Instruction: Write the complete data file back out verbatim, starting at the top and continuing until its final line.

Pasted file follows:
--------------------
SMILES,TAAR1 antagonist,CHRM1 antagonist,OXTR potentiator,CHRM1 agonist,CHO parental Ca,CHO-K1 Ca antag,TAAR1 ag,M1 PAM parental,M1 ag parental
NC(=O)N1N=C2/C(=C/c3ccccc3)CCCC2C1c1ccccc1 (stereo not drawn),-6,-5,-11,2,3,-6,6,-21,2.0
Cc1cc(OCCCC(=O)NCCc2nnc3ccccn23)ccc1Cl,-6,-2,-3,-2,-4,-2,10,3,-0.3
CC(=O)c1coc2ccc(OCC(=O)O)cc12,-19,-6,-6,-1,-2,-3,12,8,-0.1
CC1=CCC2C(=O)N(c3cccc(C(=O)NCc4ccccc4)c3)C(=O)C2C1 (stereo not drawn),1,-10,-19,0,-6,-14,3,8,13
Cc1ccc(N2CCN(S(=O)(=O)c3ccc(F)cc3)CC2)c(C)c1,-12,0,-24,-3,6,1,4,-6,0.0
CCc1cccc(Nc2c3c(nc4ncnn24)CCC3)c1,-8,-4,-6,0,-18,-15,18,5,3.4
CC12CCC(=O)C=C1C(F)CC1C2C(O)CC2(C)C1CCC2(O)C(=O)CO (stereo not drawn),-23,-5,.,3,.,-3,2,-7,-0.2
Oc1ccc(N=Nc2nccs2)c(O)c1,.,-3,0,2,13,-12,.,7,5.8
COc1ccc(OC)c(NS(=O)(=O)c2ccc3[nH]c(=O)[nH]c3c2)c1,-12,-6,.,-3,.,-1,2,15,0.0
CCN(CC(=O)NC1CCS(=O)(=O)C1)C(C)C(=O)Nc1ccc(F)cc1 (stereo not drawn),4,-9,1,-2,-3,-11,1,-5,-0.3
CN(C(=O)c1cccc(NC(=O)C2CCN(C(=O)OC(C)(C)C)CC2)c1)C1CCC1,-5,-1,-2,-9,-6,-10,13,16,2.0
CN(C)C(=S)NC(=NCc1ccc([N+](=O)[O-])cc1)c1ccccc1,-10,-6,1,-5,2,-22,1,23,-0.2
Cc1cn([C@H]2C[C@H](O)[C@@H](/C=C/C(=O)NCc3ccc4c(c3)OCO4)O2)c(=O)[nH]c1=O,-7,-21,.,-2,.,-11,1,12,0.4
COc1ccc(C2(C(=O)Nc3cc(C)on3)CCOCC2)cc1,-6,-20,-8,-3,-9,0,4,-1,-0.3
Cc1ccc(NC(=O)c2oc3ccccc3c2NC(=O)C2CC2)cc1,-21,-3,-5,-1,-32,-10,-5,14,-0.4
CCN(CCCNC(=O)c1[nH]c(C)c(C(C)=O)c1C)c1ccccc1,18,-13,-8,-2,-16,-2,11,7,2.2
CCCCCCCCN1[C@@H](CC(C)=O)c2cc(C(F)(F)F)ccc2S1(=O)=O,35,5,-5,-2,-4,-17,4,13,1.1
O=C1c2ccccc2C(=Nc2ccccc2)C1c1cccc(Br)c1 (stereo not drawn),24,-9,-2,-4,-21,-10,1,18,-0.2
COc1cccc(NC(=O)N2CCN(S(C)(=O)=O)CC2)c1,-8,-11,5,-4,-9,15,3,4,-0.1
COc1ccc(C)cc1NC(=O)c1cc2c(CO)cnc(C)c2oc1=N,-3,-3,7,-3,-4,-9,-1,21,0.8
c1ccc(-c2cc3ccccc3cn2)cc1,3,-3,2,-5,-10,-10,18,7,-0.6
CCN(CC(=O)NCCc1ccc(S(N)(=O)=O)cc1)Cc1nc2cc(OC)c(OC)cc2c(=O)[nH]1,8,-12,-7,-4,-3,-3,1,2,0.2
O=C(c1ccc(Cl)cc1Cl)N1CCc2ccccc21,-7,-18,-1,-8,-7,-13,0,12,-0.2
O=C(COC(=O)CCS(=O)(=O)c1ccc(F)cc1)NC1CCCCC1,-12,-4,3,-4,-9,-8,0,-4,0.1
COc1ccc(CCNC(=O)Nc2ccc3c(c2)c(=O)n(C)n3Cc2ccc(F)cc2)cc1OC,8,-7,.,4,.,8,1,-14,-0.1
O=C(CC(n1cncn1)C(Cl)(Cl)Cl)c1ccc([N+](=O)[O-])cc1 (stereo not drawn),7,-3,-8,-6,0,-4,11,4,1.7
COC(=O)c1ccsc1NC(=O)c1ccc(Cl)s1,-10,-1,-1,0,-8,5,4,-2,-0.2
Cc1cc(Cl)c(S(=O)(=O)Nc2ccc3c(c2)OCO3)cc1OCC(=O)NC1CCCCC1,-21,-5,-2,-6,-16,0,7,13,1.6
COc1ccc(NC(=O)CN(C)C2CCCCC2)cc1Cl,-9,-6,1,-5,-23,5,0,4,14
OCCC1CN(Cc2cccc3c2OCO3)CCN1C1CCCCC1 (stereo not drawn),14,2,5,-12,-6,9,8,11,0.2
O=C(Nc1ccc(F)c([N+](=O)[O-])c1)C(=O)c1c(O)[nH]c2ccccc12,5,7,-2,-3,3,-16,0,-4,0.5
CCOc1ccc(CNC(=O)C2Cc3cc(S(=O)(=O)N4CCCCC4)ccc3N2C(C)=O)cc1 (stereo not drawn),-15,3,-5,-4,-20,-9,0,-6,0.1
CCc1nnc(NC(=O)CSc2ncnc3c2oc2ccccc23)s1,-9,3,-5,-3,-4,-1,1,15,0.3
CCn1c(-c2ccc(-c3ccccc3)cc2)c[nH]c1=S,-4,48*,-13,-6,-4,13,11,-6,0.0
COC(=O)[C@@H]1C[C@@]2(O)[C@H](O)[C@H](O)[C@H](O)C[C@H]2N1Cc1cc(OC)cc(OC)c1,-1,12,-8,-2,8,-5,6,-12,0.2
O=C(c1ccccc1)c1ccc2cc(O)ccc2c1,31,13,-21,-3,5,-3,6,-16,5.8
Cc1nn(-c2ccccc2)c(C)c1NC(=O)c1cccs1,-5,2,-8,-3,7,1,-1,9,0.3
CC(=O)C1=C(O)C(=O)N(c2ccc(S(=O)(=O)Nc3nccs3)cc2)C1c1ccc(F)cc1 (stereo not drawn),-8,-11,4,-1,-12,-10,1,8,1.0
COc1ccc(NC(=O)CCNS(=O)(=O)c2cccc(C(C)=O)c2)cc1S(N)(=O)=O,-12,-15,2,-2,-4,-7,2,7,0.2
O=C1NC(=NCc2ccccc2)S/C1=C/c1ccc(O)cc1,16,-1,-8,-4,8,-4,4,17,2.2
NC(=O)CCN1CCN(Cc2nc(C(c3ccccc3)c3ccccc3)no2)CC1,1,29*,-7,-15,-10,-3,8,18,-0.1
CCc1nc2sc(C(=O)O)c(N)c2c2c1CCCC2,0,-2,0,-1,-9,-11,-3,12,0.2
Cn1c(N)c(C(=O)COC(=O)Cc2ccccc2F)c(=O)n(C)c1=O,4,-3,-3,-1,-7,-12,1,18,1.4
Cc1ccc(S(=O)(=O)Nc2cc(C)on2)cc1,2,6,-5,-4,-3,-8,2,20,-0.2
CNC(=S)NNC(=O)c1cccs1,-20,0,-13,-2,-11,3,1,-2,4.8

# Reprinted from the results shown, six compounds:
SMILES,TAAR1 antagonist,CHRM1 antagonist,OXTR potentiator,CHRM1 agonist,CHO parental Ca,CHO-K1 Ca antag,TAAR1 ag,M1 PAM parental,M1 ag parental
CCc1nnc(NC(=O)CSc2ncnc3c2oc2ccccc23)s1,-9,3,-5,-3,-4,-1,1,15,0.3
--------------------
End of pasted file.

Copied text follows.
SMILES,TAAR1 antagonist,CHRM1 antagonist,OXTR potentiator,CHRM1 agonist,CHO parental Ca,CHO-K1 Ca antag,TAAR1 ag,M1 PAM parental,M1 ag parental
NC(=O)N1N=C2/C(=C/c3ccccc3)CCCC2C1c1ccccc1 (stereo not drawn),-6,-5,-11,2,3,-6,6,-21,2.0
Cc1cc(OCCCC(=O)NCCc2nnc3ccccn23)ccc1Cl,-6,-2,-3,-2,-4,-2,10,3,-0.3
CC(=O)c1coc2ccc(OCC(=O)O)cc12,-19,-6,-6,-1,-2,-3,12,8,-0.1
CC1=CCC2C(=O)N(c3cccc(C(=O)NCc4ccccc4)c3)C(=O)C2C1 (stereo not drawn),1,-10,-19,0,-6,-14,3,8,13
Cc1ccc(N2CCN(S(=O)(=O)c3ccc(F)cc3)CC2)c(C)c1,-12,0,-24,-3,6,1,4,-6,0.0
CCc1cccc(Nc2c3c(nc4ncnn24)CCC3)c1,-8,-4,-6,0,-18,-15,18,5,3.4
CC12CCC(=O)C=C1C(F)CC1C2C(O)CC2(C)C1CCC2(O)C(=O)CO (stereo not drawn),-23,-5,.,3,.,-3,2,-7,-0.2
Oc1ccc(N=Nc2nccs2)c(O)c1,.,-3,0,2,13,-12,.,7,5.8
COc1ccc(OC)c(NS(=O)(=O)c2ccc3[nH]c(=O)[nH]c3c2)c1,-12,-6,.,-3,.,-1,2,15,0.0
CCN(CC(=O)NC1CCS(=O)(=O)C1)C(C)C(=O)Nc1ccc(F)cc1 (stereo not drawn),4,-9,1,-2,-3,-11,1,-5,-0.3
CN(C(=O)c1cccc(NC(=O)C2CCN(C(=O)OC(C)(C)C)CC2)c1)C1CCC1,-5,-1,-2,-9,-6,-10,13,16,2.0
CN(C)C(=S)NC(=NCc1ccc([N+](=O)[O-])cc1)c1ccccc1,-10,-6,1,-5,2,-22,1,23,-0.2
Cc1cn([C@H]2C[C@H](O)[C@@H](/C=C/C(=O)NCc3ccc4c(c3)OCO4)O2)c(=O)[nH]c1=O,-7,-21,.,-2,.,-11,1,12,0.4
COc1ccc(C2(C(=O)Nc3cc(C)on3)CCOCC2)cc1,-6,-20,-8,-3,-9,0,4,-1,-0.3
Cc1ccc(NC(=O)c2oc3ccccc3c2NC(=O)C2CC2)cc1,-21,-3,-5,-1,-32,-10,-5,14,-0.4
CCN(CCCNC(=O)c1[nH]c(C)c(C(C)=O)c1C)c1ccccc1,18,-13,-8,-2,-16,-2,11,7,2.2
CCCCCCCCN1[C@@H](CC(C)=O)c2cc(C(F)(F)F)ccc2S1(=O)=O,35,5,-5,-2,-4,-17,4,13,1.1
O=C1c2ccccc2C(=Nc2ccccc2)C1c1cccc(Br)c1 (stereo not drawn),24,-9,-2,-4,-21,-10,1,18,-0.2
COc1cccc(NC(=O)N2CCN(S(C)(=O)=O)CC2)c1,-8,-11,5,-4,-9,15,3,4,-0.1
COc1ccc(C)cc1NC(=O)c1cc2c(CO)cnc(C)c2oc1=N,-3,-3,7,-3,-4,-9,-1,21,0.8
c1ccc(-c2cc3ccccc3cn2)cc1,3,-3,2,-5,-10,-10,18,7,-0.6
CCN(CC(=O)NCCc1ccc(S(N)(=O)=O)cc1)Cc1nc2cc(OC)c(OC)cc2c(=O)[nH]1,8,-12,-7,-4,-3,-3,1,2,0.2
O=C(c1ccc(Cl)cc1Cl)N1CCc2ccccc21,-7,-18,-1,-8,-7,-13,0,12,-0.2
O=C(COC(=O)CCS(=O)(=O)c1ccc(F)cc1)NC1CCCCC1,-12,-4,3,-4,-9,-8,0,-4,0.1
COc1ccc(CCNC(=O)Nc2ccc3c(c2)c(=O)n(C)n3Cc2ccc(F)cc2)cc1OC,8,-7,.,4,.,8,1,-14,-0.1
O=C(CC(n1cncn1)C(Cl)(Cl)Cl)c1ccc([N+](=O)[O-])cc1 (stereo not drawn),7,-3,-8,-6,0,-4,11,4,1.7
COC(=O)c1ccsc1NC(=O)c1ccc(Cl)s1,-10,-1,-1,0,-8,5,4,-2,-0.2
Cc1cc(Cl)c(S(=O)(=O)Nc2ccc3c(c2)OCO3)cc1OCC(=O)NC1CCCCC1,-21,-5,-2,-6,-16,0,7,13,1.6
COc1ccc(NC(=O)CN(C)C2CCCCC2)cc1Cl,-9,-6,1,-5,-23,5,0,4,14
OCCC1CN(Cc2cccc3c2OCO3)CCN1C1CCCCC1 (stereo not drawn),14,2,5,-12,-6,9,8,11,0.2
O=C(Nc1ccc(F)c([N+](=O)[O-])c1)C(=O)c1c(O)[nH]c2ccccc12,5,7,-2,-3,3,-16,0,-4,0.5
CCOc1ccc(CNC(=O)C2Cc3cc(S(=O)(=O)N4CCCCC4)ccc3N2C(C)=O)cc1 (stereo not drawn),-15,3,-5,-4,-20,-9,0,-6,0.1
CCc1nnc(NC(=O)CSc2ncnc3c2oc2ccccc23)s1,-9,3,-5,-3,-4,-1,1,15,0.3
CCn1c(-c2ccc(-c3ccccc3)cc2)c[nH]c1=S,-4,48*,-13,-6,-4,13,11,-6,0.0
COC(=O)[C@@H]1C[C@@]2(O)[C@H](O)[C@H](O)[C@H](O)C[C@H]2N1Cc1cc(OC)cc(OC)c1,-1,12,-8,-2,8,-5,6,-12,0.2
O=C(c1ccccc1)c1ccc2cc(O)ccc2c1,31,13,-21,-3,5,-3,6,-16,5.8
Cc1nn(-c2ccccc2)c(C)c1NC(=O)c1cccs1,-5,2,-8,-3,7,1,-1,9,0.3
CC(=O)C1=C(O)C(=O)N(c2ccc(S(=O)(=O)Nc3nccs3)cc2)C1c1ccc(F)cc1 (stereo not drawn),-8,-11,4,-1,-12,-10,1,8,1.0
COc1ccc(NC(=O)CCNS(=O)(=O)c2cccc(C(C)=O)c2)cc1S(N)(=O)=O,-12,-15,2,-2,-4,-7,2,7,0.2
O=C1NC(=NCc2ccccc2)S/C1=C/c1ccc(O)cc1,16,-1,-8,-4,8,-4,4,17,2.2
NC(=O)CCN1CCN(Cc2nc(C(c3ccccc3)c3ccccc3)no2)CC1,1,29*,-7,-15,-10,-3,8,18,-0.1
CCc1nc2sc(C(=O)O)c(N)c2c2c1CCCC2,0,-2,0,-1,-9,-11,-3,12,0.2
Cn1c(N)c(C(=O)COC(=O)Cc2ccccc2F)c(=O)n(C)c1=O,4,-3,-3,-1,-7,-12,1,18,1.4
Cc1ccc(S(=O)(=O)Nc2cc(C)on2)cc1,2,6,-5,-4,-3,-8,2,20,-0.2
CNC(=S)NNC(=O)c1cccs1,-20,0,-13,-2,-11,3,1,-2,4.8

# Reprinted from the results shown, six compounds:
SMILES,TAAR1 antagonist,CHRM1 antagonist,OXTR potentiator,CHRM1 agonist,CHO parental Ca,CHO-K1 Ca antag,TAAR1 ag,M1 PAM parental,M1 ag parental
CCc1nnc(NC(=O)CSc2ncnc3c2oc2ccccc23)s1,-9,3,-5,-3,-4,-1,1,15,0.3